It is beyond the scope of this article to develop an alternative school to work curriculum. But at the least, educators need to start asking more questions. As we help students look at the changing nature of work in the 21st century, we need to do more than help students learn new technological and business skills. Kids need a critical sense of what they might expect from the jobs that will consume huge portions of their adult lives. They need to probe some of the messy issues of work in modern America, both policy issues and broader questions of how work is organized and for whose benefit and whether it should be organized differently.
Kids need to explore issues such as occupational health concerns, growing wage disparities between workers and management, the lack of health care and benefits in so many jobs, the trend toward part-time and temporary jobs, the devaluation of physical labor, discrimination on the basis of race and gender, and how workplace organization contrasts to the American political value of democracy. Students also need to explore the implications of the globalized economy: what does it mean when unionized jobs in the U.S. are exported to third world countries that condone child labor? They need to understand what it is about the structure of work in our society that forces too many workers into alienated, boring jobs.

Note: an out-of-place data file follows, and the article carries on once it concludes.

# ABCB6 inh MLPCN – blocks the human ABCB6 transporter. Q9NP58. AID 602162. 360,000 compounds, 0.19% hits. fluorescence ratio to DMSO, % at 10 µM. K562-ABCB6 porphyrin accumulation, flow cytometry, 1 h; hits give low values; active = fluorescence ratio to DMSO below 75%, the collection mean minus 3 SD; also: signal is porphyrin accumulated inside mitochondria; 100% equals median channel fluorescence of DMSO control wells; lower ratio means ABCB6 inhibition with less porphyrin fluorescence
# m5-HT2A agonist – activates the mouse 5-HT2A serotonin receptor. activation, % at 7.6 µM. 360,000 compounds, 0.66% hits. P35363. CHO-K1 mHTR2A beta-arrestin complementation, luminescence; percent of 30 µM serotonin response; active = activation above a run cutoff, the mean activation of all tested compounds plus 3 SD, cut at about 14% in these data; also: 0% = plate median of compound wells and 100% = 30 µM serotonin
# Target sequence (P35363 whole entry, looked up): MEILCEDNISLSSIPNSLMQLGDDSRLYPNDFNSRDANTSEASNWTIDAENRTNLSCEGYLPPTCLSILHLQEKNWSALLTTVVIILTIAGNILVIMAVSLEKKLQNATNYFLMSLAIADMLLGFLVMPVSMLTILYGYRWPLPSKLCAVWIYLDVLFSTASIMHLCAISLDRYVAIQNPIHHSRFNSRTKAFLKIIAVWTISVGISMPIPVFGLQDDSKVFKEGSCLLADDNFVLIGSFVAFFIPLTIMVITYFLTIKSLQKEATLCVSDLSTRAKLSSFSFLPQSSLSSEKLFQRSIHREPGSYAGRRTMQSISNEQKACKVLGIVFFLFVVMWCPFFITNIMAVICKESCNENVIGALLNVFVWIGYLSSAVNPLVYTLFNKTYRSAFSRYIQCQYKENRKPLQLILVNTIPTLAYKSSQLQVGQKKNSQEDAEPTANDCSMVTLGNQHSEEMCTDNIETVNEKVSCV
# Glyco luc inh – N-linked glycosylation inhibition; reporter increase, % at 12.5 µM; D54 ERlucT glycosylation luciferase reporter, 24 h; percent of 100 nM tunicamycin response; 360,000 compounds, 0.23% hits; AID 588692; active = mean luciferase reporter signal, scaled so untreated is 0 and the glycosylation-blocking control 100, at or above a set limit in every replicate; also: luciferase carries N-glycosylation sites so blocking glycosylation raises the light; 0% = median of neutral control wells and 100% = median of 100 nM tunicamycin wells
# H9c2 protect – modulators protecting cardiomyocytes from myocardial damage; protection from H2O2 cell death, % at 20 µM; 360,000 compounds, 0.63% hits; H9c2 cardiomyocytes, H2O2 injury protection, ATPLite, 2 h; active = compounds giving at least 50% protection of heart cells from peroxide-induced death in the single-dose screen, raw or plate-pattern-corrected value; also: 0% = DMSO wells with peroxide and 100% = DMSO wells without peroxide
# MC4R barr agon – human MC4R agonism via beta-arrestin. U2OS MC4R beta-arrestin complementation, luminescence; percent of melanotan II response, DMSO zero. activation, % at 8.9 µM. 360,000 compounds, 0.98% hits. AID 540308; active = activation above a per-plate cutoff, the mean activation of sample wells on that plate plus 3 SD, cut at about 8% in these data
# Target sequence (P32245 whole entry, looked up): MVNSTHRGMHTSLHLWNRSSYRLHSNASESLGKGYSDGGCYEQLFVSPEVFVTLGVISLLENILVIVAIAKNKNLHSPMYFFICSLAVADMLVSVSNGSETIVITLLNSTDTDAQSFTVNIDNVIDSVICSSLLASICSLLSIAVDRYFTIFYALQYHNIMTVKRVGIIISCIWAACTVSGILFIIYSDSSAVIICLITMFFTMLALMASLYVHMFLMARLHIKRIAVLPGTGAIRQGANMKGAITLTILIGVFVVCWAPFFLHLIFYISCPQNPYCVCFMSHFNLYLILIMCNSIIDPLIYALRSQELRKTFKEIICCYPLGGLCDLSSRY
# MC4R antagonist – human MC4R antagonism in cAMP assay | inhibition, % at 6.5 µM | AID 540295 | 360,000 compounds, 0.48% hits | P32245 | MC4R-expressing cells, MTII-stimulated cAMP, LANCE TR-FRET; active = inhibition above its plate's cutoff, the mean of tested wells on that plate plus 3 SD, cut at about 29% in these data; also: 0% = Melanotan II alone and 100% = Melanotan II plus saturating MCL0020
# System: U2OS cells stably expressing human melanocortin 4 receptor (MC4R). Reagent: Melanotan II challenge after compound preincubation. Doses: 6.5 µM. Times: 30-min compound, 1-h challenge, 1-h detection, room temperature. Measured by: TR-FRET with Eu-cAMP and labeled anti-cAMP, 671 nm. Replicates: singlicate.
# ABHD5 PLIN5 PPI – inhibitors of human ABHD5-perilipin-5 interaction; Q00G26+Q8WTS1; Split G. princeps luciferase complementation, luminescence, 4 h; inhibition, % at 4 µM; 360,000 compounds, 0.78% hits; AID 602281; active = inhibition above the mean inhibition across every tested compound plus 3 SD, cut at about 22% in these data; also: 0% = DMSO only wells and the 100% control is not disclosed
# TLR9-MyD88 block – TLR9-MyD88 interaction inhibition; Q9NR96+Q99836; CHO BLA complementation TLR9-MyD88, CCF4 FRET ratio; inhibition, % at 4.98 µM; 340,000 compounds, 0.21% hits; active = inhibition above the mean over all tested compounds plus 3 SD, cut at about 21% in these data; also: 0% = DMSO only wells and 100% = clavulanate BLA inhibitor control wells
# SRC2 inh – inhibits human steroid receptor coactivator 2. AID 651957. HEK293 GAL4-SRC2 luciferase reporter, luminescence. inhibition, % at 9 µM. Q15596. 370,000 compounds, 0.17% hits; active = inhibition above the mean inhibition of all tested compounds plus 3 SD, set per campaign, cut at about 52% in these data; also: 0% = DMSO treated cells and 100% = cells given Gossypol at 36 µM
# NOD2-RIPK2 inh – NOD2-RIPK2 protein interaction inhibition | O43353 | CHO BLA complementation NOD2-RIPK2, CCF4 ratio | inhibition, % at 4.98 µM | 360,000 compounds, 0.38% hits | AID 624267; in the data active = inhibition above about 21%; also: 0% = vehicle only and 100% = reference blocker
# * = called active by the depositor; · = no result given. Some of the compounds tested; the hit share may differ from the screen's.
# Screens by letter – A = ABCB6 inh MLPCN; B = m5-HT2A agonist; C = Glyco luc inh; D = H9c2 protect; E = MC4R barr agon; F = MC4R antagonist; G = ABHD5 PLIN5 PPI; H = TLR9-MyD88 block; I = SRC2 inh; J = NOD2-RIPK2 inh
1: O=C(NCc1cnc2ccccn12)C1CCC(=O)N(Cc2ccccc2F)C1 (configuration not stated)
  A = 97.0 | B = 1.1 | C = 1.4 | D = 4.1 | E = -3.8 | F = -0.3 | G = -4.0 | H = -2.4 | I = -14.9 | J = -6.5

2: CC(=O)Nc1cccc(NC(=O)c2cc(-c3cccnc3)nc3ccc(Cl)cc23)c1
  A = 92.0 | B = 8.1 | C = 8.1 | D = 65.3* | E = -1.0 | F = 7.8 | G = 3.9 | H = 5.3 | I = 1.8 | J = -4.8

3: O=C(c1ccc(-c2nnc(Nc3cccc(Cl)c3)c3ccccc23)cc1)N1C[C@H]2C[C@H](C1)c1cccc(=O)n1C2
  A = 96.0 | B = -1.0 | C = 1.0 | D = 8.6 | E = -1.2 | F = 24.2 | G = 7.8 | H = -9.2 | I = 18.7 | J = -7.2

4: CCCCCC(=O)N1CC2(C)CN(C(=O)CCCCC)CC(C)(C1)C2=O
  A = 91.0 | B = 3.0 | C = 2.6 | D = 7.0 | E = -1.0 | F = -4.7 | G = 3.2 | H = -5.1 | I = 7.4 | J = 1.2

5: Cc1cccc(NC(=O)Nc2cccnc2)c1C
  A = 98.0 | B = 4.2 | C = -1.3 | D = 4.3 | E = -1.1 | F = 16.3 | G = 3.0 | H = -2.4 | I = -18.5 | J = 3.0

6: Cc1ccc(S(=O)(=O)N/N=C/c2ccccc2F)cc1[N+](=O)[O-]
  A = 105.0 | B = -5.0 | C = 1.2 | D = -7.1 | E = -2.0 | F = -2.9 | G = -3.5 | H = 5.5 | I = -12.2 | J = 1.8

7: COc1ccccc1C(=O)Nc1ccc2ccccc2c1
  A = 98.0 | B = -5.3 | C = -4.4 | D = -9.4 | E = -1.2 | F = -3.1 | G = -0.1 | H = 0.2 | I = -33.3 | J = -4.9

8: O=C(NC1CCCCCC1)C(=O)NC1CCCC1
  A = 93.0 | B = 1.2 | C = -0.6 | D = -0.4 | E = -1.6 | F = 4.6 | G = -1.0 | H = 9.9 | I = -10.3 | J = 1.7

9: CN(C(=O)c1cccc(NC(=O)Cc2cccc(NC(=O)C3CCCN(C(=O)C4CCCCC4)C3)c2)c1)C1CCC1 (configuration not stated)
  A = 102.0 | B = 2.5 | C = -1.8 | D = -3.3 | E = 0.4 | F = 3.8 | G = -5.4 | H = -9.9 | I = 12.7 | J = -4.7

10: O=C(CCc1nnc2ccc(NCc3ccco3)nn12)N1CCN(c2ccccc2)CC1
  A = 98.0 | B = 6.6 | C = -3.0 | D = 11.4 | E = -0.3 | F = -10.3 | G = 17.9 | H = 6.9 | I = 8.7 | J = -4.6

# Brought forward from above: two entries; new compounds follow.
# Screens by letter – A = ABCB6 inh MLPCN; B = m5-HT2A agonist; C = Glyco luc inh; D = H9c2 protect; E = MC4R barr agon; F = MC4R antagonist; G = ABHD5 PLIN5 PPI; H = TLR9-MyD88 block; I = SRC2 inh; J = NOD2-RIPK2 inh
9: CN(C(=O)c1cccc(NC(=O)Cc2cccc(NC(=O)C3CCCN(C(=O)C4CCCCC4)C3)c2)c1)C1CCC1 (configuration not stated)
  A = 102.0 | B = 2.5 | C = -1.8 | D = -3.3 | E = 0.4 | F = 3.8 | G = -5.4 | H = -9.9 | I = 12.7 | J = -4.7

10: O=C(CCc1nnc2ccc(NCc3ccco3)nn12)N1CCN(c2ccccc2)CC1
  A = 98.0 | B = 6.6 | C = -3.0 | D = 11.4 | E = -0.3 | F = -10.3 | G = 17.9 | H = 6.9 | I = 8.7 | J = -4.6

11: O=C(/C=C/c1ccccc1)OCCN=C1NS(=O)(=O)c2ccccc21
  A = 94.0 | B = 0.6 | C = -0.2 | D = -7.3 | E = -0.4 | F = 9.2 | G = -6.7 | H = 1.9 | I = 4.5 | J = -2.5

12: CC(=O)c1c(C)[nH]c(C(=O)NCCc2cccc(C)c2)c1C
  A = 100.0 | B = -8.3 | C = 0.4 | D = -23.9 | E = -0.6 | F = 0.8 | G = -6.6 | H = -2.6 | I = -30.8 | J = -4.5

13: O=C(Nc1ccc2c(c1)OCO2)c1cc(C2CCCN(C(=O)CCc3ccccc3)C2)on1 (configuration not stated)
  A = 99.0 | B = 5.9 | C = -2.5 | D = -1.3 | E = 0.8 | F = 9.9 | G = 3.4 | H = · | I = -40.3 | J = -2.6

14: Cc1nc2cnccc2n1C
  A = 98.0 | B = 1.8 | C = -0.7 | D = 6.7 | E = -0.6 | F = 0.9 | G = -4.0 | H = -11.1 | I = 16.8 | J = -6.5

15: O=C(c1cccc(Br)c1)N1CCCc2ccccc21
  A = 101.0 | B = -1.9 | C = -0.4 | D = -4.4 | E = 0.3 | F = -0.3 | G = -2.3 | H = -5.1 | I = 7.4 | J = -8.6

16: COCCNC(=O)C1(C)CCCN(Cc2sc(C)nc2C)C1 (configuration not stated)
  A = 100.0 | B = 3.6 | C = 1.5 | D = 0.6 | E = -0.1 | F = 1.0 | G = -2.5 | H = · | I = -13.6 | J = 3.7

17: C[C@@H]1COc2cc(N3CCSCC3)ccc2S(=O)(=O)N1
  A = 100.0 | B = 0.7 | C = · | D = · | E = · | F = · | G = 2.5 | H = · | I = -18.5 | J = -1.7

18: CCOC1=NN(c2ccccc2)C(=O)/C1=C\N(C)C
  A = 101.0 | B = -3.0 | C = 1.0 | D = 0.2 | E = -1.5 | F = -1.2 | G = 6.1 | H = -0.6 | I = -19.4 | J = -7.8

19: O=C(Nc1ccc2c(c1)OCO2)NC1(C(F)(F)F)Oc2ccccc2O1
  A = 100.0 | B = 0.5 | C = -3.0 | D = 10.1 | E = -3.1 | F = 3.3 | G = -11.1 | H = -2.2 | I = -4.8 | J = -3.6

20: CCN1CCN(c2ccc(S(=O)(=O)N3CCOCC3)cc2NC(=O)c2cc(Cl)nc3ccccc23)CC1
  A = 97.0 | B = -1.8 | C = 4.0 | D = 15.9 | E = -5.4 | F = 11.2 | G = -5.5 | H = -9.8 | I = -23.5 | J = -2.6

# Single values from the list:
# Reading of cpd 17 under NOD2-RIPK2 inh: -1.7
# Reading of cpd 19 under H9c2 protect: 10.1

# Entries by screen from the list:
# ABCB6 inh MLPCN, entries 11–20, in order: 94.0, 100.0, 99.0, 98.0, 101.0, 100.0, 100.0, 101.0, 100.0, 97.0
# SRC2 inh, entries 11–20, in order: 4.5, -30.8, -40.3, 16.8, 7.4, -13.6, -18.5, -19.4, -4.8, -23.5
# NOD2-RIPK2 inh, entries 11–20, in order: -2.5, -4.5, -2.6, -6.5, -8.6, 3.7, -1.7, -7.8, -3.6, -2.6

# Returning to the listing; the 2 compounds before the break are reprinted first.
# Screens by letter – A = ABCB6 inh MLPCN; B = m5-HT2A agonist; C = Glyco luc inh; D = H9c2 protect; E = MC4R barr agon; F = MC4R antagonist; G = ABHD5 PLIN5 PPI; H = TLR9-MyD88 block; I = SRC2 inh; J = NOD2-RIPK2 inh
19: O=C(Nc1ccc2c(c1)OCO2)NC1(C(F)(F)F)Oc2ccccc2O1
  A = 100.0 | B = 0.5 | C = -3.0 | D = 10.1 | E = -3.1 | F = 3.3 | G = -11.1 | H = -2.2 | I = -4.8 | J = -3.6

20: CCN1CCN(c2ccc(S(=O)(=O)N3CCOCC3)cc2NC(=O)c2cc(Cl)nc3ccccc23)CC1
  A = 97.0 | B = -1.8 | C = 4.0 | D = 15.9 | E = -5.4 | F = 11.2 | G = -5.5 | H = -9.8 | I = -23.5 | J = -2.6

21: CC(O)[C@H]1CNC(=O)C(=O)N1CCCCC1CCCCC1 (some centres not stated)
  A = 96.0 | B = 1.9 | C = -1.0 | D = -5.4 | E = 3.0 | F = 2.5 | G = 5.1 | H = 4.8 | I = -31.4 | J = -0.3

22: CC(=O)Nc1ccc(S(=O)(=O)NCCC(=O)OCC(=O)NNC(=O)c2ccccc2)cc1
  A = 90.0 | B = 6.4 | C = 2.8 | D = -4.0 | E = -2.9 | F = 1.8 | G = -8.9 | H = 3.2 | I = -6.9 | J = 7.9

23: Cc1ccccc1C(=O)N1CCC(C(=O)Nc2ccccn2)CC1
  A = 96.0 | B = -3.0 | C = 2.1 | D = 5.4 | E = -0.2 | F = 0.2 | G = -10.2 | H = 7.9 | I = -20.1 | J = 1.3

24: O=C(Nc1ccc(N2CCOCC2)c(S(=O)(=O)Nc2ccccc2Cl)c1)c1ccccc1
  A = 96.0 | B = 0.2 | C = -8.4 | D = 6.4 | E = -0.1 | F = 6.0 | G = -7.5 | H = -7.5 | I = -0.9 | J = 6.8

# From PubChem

We teachers should be proud when we motivate students to learn and to do projects for reasons other than extrinsic rewards. Similarly, we should help students see that the value of “real life” jobs can be judged by factors other than money values such as creativity, intellectual challenge, positive social relations at the workplace, and useful social purposes.
We should refuse to accept a certain policy or perspective just because “that is the way it is in the real world.” One could make similar arguments about problems of discrimination, racism, sexism, and pollution. Yet most educators agree that we should not try to reproduce those values or practices in our schools. Why should we so uncritically and wholeheartedly adopt the values of the marketplace in our schools? Shouldn’t we try to ensure that school to work is, in word and in practice, centered on school to life?